Saturday, June 1, 2013
Saturday, December 4, 2010
I baked some cookies today, using the following recipe:
2 sticks (1/2 lb) unsalted butter, softened to room temperature
¾ cup sugar
2 large eggs
¼ tsp salt
1 Tbs Amaretto (optional)
½ tsp vanilla - use 1 tsp if omitting the Amaretto
3 ½ cups flour
In a large mixing bowl, cream together the softened butter and the sugar until light and fluffy. Add the eggs one at a time, beating briefly after each addition just to incorporate. Beat in the salt, the Amaretto and vanilla and then about a third of the flour until smooth. Gradually beat in as much of the remaining flour as possible using the electric beater, then stir in the rest with a wooden spoon or a spatula.
Turn out onto a lightly floured surface. If you haven't stirred in all of the flour you can knead in the rest quite easily. Once you have a smooth, homogeneous dough, wrap tightly in plastic wrap and let it chill in the refrigerator for at least 30 minutes.
Preheat the oven to 350°F.
Working with about half the dough at a time, roll it out to a thickness of not less than 1/8-inch, being careful that the dough is very evenly rolled out. Carefully cut out shapes with your cookie cutters. Gently transfer to a cookie sheet. You can use unlined, ungreased cookie sheets with no problem at all.
Bake for about 10 minutes. They will be set and appear cooked but they will NOT brown. You'll know they are done because they will slide right off the cookie sheet when just nudged with a spatula. Carefully slip each cookie off of the baking tray and all to cool on racks.
I had to buy a rolling pin and some cookie cutters this morning. You would think that a simple, round cookie cutter would be easy to find, but it wasn’t. I am certain there would be on in the tub of 500 cutters that was for sale, but that was a little excessive. I need only one, and would have to find a place for the remaining 499. I settled for a set of star shapes. The rolling pin guaranteed to not stick to the dough.
I halved the recipe. I figured that if the cookies turned into the equivalent of Elly May’s biscuits and needed to be thrown away; I wouldn’t have wasted a lot of ingredients. It took a little bit of practice figuring out the art of rolling dough. The dough stuck to the rolling pin with great ease. I was flouring the dough and transferring it back to the refrigerator to reset a couple of times. It was a trial and error time for baking, truly a great moment in kitchen science for me.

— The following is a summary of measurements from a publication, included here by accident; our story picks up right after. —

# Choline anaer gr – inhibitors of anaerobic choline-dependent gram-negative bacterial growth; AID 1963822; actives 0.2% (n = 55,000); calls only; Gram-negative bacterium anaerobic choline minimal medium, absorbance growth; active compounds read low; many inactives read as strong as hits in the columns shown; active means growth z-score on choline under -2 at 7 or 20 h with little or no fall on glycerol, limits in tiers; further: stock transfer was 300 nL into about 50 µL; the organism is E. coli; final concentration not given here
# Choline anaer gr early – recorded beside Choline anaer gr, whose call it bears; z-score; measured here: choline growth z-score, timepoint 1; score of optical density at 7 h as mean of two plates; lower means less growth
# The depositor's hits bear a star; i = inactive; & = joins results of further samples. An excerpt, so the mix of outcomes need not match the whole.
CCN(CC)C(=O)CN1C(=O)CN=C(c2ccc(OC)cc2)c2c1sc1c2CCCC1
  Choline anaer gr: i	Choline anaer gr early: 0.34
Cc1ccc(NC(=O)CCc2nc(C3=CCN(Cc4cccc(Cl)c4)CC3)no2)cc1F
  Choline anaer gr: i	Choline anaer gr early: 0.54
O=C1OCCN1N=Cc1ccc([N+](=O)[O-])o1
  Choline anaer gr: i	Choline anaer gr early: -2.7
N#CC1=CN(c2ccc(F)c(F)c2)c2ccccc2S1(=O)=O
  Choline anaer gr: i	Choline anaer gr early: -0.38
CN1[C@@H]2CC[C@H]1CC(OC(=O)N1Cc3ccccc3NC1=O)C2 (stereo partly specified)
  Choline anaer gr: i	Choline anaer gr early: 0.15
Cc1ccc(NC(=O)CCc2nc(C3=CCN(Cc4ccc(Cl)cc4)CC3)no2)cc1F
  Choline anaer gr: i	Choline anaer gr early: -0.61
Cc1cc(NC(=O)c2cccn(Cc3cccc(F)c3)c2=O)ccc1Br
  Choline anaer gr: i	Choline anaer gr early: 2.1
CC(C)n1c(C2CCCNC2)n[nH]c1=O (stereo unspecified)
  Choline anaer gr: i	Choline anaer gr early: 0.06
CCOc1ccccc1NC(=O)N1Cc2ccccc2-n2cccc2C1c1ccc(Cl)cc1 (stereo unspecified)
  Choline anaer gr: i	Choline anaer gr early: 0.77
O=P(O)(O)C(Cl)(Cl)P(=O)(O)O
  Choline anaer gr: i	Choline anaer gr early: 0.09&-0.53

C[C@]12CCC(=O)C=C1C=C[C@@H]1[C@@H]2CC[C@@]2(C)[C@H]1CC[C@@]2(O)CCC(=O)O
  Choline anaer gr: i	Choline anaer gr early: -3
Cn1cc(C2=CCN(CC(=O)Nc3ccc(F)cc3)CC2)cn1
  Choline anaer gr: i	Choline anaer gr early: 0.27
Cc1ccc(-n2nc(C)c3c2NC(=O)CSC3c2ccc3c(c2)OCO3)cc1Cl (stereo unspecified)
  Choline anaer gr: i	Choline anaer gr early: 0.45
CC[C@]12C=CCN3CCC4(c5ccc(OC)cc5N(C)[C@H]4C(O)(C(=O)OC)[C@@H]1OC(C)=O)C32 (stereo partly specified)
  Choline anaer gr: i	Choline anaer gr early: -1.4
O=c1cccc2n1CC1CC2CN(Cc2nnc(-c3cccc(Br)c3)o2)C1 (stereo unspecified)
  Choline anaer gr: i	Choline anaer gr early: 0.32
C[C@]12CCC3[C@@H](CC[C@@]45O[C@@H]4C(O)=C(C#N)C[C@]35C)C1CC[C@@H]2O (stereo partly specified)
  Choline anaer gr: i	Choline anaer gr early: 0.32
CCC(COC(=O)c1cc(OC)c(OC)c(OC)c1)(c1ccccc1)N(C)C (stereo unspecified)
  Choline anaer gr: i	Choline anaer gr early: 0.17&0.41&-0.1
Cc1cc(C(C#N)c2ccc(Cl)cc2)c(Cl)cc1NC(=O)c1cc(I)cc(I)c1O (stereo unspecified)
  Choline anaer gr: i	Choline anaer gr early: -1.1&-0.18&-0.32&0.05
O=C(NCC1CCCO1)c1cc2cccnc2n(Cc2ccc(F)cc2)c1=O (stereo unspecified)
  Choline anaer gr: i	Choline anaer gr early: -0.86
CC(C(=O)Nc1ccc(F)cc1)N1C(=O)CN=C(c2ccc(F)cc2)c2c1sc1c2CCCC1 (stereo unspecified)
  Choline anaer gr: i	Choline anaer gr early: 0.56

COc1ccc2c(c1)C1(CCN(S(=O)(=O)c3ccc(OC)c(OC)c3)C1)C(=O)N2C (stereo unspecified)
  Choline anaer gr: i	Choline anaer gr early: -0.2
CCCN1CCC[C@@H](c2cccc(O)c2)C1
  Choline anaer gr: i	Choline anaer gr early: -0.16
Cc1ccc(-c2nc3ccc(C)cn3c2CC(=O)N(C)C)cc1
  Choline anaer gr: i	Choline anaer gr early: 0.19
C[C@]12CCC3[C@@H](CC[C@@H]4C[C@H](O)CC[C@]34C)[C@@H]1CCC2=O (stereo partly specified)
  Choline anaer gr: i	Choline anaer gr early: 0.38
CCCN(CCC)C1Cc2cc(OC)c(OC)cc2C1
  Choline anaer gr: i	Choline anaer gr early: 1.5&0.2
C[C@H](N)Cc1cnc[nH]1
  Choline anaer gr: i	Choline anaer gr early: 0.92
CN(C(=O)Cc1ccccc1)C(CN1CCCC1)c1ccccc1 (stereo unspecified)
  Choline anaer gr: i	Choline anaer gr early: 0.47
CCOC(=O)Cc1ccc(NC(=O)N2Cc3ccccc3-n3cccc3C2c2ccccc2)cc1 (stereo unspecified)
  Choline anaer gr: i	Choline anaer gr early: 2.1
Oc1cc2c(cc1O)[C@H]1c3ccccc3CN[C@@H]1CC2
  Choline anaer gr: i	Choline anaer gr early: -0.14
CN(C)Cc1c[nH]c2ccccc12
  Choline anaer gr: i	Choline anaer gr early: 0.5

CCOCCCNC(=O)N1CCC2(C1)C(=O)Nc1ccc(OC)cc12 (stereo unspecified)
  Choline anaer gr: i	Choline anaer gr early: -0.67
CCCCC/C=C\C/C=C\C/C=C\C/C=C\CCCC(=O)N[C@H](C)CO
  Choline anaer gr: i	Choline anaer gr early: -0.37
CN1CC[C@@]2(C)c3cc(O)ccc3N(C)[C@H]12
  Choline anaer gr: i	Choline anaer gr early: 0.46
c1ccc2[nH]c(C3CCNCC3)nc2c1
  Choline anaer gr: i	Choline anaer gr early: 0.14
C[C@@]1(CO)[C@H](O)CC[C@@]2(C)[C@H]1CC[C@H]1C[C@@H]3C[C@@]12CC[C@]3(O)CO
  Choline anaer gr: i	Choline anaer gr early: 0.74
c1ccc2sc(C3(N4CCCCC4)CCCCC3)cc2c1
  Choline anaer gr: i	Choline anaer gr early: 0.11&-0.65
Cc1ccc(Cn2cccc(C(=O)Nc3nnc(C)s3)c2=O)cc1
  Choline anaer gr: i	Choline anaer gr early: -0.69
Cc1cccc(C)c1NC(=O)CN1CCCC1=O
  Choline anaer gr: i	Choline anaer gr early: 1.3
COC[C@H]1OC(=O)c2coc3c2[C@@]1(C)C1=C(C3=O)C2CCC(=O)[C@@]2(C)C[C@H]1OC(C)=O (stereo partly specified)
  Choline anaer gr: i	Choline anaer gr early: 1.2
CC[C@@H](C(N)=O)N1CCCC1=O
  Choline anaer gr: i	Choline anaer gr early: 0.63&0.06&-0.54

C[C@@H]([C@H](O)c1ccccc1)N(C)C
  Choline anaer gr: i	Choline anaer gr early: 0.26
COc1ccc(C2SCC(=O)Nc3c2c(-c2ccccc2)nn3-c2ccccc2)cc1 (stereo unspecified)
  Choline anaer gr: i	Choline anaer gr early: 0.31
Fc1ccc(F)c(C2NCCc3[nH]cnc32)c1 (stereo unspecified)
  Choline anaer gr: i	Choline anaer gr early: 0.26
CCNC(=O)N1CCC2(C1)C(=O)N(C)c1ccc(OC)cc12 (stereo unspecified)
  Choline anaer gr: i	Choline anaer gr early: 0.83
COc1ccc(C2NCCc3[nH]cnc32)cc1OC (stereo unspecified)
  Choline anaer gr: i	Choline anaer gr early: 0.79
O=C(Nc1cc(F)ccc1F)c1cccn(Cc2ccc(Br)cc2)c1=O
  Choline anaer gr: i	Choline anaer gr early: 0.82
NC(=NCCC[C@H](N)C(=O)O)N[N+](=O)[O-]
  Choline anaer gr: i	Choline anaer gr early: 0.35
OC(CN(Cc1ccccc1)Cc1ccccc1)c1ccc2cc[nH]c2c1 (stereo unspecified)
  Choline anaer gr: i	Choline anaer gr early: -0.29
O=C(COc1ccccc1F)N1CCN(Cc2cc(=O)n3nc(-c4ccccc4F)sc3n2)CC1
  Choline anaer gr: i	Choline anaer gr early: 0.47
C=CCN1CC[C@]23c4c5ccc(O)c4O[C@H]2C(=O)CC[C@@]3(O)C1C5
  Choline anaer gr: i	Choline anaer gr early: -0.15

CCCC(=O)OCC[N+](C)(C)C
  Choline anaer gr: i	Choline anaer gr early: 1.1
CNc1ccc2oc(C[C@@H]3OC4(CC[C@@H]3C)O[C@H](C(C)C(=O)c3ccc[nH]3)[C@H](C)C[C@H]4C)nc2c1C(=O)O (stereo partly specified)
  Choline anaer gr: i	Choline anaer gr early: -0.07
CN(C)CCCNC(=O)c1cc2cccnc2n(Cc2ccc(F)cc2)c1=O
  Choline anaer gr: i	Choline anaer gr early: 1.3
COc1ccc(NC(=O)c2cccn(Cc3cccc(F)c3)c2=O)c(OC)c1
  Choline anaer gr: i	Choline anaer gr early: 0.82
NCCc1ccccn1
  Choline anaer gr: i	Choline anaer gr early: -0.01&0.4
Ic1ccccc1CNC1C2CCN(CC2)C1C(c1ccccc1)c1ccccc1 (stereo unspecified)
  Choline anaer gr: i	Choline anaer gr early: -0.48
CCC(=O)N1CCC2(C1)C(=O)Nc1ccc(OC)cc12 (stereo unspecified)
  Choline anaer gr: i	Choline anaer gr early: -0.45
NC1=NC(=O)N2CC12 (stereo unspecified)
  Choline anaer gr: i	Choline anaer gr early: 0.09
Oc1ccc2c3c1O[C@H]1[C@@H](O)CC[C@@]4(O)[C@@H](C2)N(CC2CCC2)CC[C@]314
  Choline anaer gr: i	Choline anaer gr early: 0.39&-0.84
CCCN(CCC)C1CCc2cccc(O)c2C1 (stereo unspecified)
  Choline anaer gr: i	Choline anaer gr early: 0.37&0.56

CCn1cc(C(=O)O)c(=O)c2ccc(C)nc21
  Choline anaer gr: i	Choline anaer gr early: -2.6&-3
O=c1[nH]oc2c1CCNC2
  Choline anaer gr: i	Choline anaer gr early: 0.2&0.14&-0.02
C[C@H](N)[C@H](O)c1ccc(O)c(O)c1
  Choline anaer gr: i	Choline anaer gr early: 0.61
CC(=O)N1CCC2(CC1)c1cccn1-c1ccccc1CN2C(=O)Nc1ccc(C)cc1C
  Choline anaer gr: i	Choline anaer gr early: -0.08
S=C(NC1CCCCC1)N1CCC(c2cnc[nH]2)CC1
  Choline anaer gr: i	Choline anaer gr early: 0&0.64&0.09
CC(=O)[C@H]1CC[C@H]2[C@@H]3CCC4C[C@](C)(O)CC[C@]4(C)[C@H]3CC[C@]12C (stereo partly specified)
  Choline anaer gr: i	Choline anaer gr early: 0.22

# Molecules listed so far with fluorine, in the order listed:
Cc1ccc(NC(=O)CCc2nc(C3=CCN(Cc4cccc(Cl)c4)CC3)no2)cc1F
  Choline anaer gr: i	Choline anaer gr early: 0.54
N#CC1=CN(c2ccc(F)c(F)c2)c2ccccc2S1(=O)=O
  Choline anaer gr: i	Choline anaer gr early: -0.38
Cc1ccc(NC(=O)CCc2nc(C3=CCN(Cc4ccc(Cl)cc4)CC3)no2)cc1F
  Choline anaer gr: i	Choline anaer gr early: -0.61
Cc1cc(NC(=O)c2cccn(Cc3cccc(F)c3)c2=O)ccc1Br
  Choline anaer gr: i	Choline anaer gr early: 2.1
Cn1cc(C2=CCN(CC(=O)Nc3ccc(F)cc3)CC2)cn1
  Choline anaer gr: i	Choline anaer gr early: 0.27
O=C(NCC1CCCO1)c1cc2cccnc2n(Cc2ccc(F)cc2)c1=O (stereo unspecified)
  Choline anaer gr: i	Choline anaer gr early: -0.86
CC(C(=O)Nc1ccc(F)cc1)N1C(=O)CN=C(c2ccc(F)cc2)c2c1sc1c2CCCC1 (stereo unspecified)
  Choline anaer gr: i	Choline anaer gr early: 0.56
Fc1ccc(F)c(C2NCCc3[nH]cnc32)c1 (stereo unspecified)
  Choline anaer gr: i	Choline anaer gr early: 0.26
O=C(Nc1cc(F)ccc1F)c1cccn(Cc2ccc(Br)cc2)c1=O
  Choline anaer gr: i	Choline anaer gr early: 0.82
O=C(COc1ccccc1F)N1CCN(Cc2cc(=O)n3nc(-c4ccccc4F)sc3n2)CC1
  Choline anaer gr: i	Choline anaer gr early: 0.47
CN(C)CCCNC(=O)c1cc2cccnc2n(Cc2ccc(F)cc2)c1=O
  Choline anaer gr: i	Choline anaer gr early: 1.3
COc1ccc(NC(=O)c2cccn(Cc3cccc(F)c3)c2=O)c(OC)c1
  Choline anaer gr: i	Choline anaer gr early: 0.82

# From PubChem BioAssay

I spent the ten minutes baking waiting like an expectant father, hovering over the oven while Sinatra played in the background. They came out to better than expected. The first batch was slightly burnt. The dough was a little too thin. The following batches got better as I started to figure out how to roll the dough. By the end, the cookies weren’t browning excessively. Once cooled, they tasted great. They are even better with some cream cheese frosting that I had left over from a failed cake attempt. In the end, the recipe joins the keep file. I’ll have to do these again.
Tuesday, September 21, 2010
Saturday, May 8, 2010
The first attempt was a recipe from Food Network Magazine. I decided to try it for the simple fact that it looked easy. I can cook; don’t get me wrong. I have been on my own for several years and have had only one brush with bad food I have prepared. But I also am cognizant of what I can and cannot do. Boil water? Yes, I can do that. Deglaze a pan? No, that is a little out of my league and I really don’t understand the need to do it. Anyway, the recipe looked like I could do it. I worked on the cheese sauce while the noodles cooked in the boiling water. The sauce never seemed to set up properly. The roux turned out nicely, but when I added the soymilk it never seemed to thicken. To speed the process along, I added the cheese. Four cups of melting cheese is a sure way to thicken any sauce. I drained the water from the noodles and added the cheese sauce.